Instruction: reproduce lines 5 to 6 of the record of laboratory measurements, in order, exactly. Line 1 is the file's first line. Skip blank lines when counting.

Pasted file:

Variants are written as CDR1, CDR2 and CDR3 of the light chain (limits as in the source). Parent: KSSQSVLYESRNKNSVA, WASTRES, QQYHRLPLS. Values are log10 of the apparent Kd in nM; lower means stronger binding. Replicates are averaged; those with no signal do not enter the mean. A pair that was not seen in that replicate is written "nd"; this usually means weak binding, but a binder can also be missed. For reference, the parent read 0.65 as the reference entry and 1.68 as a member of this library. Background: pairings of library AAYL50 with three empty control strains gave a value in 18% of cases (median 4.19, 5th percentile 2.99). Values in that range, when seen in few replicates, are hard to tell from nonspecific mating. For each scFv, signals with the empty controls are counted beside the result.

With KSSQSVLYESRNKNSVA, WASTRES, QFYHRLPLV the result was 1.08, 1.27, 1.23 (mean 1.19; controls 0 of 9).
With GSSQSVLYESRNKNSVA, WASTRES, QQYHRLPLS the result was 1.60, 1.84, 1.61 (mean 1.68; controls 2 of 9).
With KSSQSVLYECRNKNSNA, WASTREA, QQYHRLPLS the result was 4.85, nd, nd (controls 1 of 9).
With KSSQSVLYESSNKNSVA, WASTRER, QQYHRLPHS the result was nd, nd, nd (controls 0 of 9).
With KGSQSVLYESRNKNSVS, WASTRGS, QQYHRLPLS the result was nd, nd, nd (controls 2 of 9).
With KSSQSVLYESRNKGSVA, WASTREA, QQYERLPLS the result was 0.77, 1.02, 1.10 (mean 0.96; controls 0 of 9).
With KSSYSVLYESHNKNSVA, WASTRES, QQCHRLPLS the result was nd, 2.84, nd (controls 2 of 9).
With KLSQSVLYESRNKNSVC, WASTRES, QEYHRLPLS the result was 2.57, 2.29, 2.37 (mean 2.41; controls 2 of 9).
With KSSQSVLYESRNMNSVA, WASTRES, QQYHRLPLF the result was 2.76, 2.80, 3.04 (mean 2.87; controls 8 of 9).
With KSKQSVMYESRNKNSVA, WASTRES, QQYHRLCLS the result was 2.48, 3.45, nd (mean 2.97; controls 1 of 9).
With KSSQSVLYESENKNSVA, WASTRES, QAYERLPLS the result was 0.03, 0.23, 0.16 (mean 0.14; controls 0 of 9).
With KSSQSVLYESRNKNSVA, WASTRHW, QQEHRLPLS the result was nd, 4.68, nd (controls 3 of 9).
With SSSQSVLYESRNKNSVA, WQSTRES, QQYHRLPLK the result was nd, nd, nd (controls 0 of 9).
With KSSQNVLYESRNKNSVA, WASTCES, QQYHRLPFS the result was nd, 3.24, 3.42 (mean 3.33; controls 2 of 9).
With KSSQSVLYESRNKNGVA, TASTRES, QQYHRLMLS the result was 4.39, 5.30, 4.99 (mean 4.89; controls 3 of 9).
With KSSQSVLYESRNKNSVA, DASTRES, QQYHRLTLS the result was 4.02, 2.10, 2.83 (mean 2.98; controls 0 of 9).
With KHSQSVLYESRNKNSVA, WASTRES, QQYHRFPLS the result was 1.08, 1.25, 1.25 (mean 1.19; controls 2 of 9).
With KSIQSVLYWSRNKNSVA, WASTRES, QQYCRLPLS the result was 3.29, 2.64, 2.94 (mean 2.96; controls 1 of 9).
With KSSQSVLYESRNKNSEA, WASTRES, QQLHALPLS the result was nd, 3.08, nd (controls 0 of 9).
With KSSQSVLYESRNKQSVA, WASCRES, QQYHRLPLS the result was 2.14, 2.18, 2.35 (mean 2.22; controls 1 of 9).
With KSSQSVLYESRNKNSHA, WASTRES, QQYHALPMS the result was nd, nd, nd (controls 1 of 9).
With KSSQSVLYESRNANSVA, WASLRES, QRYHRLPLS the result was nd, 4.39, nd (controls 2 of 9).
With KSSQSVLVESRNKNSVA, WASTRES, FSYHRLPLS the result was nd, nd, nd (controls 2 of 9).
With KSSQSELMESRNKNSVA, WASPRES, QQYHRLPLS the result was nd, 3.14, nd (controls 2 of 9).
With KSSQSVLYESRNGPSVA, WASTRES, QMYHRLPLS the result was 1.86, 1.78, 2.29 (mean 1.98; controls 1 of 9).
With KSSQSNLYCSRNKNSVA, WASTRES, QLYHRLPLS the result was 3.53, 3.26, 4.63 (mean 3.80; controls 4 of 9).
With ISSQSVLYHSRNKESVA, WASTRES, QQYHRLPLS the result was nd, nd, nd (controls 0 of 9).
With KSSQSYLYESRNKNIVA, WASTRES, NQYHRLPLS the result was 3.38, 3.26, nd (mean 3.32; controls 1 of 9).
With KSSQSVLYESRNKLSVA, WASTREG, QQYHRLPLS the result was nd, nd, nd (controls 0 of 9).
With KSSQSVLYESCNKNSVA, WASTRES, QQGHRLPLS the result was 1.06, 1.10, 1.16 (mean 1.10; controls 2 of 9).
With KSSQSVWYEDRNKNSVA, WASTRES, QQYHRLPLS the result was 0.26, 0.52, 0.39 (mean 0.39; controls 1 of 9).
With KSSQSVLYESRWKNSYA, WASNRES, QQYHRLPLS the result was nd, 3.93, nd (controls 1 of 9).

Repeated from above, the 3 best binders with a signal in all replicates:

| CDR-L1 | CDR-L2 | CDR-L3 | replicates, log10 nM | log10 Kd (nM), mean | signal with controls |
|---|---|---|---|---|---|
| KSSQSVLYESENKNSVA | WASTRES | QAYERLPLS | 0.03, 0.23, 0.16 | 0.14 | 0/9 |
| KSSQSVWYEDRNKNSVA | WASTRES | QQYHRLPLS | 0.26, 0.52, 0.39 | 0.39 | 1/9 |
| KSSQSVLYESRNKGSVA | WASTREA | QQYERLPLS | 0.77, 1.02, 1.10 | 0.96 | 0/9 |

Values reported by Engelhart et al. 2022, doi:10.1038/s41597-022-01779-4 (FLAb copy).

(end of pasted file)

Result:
With KSSQSVLYESSNKNSVA, WASTRER, QQYHRLPHS the result was nd, nd, nd (controls 0 of 9).
With KGSQSVLYESRNKNSVS, WASTRGS, QQYHRLPLS the result was nd, nd, nd (controls 2 of 9).